Leanne Lawrence and Jean Daku live in rural Saskatchewan where Leanne’s mother, Marjory lived her whole life. We learn how Jean, a nurse practitioner, championed a memory clinic practice model within the Kipling Primary Care Centre and she and others supported Leanne and her mom as dementia developed. Enabling residents of rural areas to receive high-quality service is an important contribution to these types of clinics. Often services exist but the clinic helps organize and coordinate them and to advocate when gaps emerge.
Leanne explains some of the challenges of having to travel long distances for health care when dealing with dementia and how negatively that can impact the person living with it, such as confusion, agitation, and a general worsening of their condition. This really highlights the need for access to services in rural areas.
Noticing the major gap in care, Jean started working with the RaDAR group from Saskatoon to bring in more education and ways of dealing with dementia into small rural communities. Her multidisciplinary memory clinic has a team-based approach, with physicians, home care nurses, physical therapists, occupational therapists, social workers, and the Alzheimer Society First Link coordinator.
Both guests emphasize how critical communication and the coordination of care is for people living with dementia and for their care partners, to enhance the quality of life and how building a community framework is so beneficial. They also speak to how helpful social, mental, and physical stimulation is for the patient is as well.
For more information on RaDAR visit: https://cchsa-ccssma.usask.ca/ruraldementiacare/index.php
September 21, 2020
Dementia, Stigma and Action – Human Rights
In this episode of our series on Human Rights and Dementia we listen to 3 women who are active in the struggle to overcome the stigma experienced by so many people with dementia and that often extends to their families. Alisa Grigorich reads an article that she and her colleague Pia Kontos recently wrote on “COVID-19, stigma- and the scandalous neglect of people living with dementia”. Phyllis Fehr, a dementia activist joins Pia in conversation about her experience of stigma and is working to combat it. Pia discusses a new project Reimaging Dementia that will mobilize people to pursue goals identified by individuals with dementia to improve their social and cultural well-being.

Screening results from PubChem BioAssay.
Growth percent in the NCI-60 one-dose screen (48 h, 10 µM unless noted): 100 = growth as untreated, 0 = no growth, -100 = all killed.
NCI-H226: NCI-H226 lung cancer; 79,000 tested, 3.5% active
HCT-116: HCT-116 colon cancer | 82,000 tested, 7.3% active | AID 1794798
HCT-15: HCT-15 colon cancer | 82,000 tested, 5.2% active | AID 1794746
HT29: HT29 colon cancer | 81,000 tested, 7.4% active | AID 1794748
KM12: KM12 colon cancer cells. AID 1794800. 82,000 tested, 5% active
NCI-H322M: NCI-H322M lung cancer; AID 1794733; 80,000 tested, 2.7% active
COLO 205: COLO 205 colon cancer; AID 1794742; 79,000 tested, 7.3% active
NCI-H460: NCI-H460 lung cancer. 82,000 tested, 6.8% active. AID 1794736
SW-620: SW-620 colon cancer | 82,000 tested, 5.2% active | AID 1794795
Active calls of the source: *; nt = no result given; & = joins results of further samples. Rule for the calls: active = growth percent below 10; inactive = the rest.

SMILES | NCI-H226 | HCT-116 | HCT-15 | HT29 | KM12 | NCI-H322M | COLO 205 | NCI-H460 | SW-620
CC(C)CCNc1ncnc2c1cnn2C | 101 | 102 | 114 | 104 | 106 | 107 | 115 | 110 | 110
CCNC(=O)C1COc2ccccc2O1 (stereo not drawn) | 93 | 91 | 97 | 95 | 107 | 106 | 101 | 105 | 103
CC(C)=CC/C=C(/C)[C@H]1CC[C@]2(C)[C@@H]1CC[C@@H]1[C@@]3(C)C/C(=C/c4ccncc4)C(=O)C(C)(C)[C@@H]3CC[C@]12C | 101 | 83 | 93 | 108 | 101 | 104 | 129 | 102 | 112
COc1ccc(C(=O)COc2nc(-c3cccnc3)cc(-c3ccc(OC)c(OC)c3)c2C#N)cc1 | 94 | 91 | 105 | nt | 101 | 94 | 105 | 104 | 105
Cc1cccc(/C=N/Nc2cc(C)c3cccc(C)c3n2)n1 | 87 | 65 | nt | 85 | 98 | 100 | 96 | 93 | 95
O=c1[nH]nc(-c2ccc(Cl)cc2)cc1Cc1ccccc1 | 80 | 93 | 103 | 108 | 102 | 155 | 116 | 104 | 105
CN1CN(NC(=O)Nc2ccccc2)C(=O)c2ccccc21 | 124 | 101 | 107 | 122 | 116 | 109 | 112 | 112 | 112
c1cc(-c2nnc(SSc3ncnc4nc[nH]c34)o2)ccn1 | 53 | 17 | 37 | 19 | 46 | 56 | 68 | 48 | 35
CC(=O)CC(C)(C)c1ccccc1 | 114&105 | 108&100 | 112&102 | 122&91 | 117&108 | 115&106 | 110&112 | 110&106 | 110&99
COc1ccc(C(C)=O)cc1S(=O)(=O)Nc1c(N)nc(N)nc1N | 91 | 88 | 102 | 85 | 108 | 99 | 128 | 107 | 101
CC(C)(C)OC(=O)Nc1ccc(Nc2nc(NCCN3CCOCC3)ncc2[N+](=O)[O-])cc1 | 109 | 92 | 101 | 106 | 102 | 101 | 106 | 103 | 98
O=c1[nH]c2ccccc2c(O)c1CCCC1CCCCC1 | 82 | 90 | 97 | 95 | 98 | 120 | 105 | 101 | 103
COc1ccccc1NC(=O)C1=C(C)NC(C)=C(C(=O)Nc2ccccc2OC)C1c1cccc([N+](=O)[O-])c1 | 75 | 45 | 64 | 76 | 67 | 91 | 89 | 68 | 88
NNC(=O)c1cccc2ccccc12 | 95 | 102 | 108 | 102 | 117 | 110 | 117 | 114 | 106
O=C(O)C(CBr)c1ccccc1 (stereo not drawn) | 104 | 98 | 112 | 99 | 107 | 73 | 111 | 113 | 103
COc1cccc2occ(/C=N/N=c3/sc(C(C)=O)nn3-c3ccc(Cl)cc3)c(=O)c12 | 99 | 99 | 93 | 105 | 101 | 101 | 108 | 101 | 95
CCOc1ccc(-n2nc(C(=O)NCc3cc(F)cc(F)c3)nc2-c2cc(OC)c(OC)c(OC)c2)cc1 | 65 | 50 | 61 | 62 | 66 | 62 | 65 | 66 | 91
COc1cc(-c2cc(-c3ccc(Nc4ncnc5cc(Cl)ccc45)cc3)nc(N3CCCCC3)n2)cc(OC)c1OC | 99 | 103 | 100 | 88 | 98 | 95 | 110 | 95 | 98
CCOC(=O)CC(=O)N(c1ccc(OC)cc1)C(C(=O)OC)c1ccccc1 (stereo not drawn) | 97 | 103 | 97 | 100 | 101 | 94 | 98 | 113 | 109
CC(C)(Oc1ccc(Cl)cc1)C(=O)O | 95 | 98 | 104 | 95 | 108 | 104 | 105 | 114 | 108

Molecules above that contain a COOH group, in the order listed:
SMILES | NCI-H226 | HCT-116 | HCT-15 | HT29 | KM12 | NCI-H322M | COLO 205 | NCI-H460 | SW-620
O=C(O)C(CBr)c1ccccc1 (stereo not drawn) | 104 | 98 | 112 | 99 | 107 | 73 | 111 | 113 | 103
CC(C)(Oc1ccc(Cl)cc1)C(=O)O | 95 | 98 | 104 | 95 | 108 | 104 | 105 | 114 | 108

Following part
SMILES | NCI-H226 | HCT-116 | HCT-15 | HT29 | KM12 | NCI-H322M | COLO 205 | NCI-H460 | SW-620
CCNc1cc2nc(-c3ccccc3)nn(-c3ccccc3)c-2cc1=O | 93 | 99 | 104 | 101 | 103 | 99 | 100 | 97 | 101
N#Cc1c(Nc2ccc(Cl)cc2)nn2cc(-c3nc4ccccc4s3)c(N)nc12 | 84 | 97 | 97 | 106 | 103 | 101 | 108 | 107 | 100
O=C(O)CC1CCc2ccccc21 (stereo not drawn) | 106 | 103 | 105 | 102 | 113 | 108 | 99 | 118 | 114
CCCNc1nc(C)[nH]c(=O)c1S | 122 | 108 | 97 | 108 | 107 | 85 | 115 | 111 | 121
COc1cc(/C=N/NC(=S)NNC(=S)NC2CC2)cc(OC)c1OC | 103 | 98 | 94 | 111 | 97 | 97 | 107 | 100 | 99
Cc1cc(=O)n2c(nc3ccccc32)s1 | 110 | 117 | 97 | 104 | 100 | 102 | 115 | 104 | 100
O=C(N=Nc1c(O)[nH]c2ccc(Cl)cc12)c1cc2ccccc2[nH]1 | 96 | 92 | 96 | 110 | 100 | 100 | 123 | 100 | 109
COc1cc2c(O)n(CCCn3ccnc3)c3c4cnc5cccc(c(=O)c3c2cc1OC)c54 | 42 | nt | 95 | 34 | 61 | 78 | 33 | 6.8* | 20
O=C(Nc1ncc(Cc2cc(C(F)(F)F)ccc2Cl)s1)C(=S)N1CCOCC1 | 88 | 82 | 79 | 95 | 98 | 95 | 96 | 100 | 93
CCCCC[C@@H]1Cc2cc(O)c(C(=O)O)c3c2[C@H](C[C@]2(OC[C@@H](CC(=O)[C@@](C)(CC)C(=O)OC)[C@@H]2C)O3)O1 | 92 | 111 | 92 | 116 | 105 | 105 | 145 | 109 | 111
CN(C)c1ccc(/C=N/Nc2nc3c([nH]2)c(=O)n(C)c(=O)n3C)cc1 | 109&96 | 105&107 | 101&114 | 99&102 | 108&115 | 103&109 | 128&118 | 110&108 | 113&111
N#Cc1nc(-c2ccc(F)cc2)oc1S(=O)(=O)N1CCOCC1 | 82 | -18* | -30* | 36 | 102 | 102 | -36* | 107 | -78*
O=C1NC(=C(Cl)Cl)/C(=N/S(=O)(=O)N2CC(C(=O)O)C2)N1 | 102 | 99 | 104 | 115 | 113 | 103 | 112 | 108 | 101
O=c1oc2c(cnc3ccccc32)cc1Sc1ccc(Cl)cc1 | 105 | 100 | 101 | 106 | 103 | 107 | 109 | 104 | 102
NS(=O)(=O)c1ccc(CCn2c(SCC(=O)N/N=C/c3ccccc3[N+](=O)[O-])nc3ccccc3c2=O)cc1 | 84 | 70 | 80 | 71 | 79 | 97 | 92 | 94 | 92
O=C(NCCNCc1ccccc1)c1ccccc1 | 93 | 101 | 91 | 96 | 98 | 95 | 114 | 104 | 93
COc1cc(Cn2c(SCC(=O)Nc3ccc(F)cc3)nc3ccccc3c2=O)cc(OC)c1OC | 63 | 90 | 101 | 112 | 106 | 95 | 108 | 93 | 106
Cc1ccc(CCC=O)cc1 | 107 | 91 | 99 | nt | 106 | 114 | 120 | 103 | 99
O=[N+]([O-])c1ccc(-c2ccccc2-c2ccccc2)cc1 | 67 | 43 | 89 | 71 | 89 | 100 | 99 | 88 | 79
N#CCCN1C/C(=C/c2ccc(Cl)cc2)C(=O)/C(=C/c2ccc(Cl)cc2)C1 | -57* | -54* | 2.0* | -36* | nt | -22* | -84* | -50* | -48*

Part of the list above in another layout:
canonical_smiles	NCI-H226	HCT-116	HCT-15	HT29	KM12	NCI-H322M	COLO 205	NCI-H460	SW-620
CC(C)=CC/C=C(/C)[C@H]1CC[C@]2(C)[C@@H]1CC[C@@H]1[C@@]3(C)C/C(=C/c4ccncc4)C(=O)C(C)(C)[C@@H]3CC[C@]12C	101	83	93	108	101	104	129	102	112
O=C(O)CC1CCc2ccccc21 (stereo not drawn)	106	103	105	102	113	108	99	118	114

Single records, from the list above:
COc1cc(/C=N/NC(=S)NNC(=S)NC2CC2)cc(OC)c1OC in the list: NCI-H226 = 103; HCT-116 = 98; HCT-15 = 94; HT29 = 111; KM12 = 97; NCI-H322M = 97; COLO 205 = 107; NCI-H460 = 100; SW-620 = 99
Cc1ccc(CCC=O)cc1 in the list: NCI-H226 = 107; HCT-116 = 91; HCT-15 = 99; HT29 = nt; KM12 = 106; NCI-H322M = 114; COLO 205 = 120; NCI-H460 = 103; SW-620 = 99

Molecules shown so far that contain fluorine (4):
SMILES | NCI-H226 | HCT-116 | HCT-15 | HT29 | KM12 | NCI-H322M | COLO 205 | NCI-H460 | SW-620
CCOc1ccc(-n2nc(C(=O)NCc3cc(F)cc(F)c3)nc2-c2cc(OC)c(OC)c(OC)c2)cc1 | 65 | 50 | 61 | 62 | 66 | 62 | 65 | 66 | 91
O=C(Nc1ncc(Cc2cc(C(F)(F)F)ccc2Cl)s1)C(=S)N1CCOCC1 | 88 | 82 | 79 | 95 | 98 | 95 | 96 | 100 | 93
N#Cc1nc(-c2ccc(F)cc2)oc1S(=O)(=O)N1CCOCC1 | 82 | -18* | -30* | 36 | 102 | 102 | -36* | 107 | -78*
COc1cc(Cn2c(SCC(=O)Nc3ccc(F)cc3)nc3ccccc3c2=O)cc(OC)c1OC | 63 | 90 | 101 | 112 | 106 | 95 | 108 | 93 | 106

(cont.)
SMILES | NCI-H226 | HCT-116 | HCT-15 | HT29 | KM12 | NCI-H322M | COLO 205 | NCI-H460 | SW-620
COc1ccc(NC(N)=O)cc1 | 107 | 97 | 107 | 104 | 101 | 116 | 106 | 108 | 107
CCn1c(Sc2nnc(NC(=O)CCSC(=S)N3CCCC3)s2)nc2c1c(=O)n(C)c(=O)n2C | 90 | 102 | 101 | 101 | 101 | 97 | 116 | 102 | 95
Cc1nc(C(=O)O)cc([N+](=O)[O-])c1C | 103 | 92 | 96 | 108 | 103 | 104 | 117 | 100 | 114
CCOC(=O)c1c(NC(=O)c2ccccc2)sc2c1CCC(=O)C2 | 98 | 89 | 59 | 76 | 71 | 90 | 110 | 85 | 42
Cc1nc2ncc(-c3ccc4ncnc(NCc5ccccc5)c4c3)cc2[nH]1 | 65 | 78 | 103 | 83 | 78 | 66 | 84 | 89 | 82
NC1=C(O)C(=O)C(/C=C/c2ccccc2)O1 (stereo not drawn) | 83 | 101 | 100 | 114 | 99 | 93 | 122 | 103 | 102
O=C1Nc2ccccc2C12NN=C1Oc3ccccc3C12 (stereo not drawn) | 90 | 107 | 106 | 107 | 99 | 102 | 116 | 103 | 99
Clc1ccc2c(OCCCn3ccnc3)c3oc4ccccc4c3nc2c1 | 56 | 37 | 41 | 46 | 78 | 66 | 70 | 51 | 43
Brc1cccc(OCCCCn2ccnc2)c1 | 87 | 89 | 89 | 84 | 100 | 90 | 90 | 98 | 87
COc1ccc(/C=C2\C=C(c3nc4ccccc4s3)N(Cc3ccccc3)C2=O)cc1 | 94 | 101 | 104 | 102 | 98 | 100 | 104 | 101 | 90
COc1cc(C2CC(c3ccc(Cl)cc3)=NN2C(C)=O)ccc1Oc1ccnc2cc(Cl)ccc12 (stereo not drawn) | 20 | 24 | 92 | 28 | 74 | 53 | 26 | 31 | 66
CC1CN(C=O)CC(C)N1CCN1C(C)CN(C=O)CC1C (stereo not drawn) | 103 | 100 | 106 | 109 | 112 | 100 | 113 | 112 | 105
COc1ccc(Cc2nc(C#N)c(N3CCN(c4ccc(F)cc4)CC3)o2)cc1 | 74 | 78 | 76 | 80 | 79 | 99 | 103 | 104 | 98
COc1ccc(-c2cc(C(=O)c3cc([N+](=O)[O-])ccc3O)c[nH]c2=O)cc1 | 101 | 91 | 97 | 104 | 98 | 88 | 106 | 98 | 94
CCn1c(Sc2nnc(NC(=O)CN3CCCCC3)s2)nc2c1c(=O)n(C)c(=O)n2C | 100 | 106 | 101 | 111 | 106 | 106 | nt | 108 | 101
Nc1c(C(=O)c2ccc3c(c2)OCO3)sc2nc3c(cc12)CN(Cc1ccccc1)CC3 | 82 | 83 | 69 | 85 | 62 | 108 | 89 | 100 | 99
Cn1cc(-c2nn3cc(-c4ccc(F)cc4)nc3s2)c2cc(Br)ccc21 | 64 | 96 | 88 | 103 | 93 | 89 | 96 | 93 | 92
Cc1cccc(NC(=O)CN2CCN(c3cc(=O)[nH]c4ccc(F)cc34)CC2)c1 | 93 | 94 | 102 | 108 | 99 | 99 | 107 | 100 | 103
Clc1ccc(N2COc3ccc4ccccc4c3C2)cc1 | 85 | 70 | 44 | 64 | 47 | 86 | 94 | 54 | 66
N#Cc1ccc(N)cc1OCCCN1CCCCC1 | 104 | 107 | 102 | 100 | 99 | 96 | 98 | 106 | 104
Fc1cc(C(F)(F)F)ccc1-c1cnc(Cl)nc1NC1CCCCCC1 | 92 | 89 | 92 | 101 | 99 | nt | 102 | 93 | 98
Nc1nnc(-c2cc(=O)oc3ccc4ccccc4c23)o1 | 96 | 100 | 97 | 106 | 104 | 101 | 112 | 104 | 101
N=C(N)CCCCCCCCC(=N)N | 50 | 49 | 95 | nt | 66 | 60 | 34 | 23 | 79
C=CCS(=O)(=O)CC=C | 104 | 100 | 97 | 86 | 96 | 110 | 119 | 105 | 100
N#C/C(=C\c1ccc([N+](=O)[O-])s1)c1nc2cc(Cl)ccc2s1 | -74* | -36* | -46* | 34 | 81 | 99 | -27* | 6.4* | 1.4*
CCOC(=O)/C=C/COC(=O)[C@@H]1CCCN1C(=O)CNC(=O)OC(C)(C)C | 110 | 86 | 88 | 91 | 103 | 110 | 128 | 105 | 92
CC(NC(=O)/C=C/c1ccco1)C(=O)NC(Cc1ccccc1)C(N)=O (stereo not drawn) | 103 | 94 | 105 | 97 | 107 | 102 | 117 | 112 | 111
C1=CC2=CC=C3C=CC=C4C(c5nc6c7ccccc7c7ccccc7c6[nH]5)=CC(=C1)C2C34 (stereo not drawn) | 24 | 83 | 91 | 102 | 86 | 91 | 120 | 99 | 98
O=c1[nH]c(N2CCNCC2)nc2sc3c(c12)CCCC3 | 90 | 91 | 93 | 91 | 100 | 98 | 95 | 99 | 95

September 14, 2020
In Part 1, we heard from Rachel about her Mom’s growing dementia and of her need to move to long term care, despite her father Chris’ reluctance. We were also introduced to Monica and Cara who work at a MINT Memory Clinic supporting families like Rachel’s. Rachel reflects on her experience as a daughter of parents with dementia and some of her lessons learned while Monica and Cara discuss what their practice goals and challenges are.
In Part 2 of this episode, Rachel relates some stories and struggles she has faced with knowing when to intervene and where to turn to, when witnessing “micro incidents”, as she describes them, by her father that was otherwise going undetected by the family doctor.
An in-depth conversation follows on the topic of the challenging transitions that the children and family of dementia patients have to facilitate, from driving to independent living. This highlights the services and supports that the MINT Memory Clinic provides and the importance of the therapeutic relationships that they develop.
They also discuss how crucial the care of the caregivers is and how to support them through their caregiving journey with compassion, communication, and collaboration.
For more information about MINT Memory Clinics, go to: https://mintmemory.ca/
August 29, 2020
Rachel Hofstetter’s parents, Chris and Dorothy Quick are living with dementia. Before they moved into the same long term care home at different times, Rachel recounts some of the challenges and transitions that they experienced. These challenges include decision-making, driving, admission into long-term care, and working with multiple providers. Rachel received support from a MINT Memory Clinic. Monica Wood and Cara Dowhaniuk work at the memory clinic and along with Rachel, they describe how they support families like Rachel’s and collaborate with other primary care providers.
Having two parents at different stages of cognitive decline can be overwhelming, as Rachel explains, especially when it comes to understanding your role and having to navigate new power-struggles, regarding resistance to relinquish their autonomy and privacy.
She tells us of a pivotal moment, amidst concerns of her father’s fitness to be her mother’s caregiver countered with her parent’s desire to guard their independence and life together, when a wrenching incident changes everything.
Rachel then talks about how she often felt lost or “bounced around” within the system but found great support at the MINT Memory Clinic.
Monica discusses the limitations to care in every healthcare model, particularly with regards to general practitioners and their lack of time or scope within their practice to fully investigate a complex disease like dementia. She then describes how MINT Memory Clinics are specifically designed to serve and assess these patients more fully.
More information about the MINT Memory Clinics in Ontario can be found at: https://mintmemory.ca/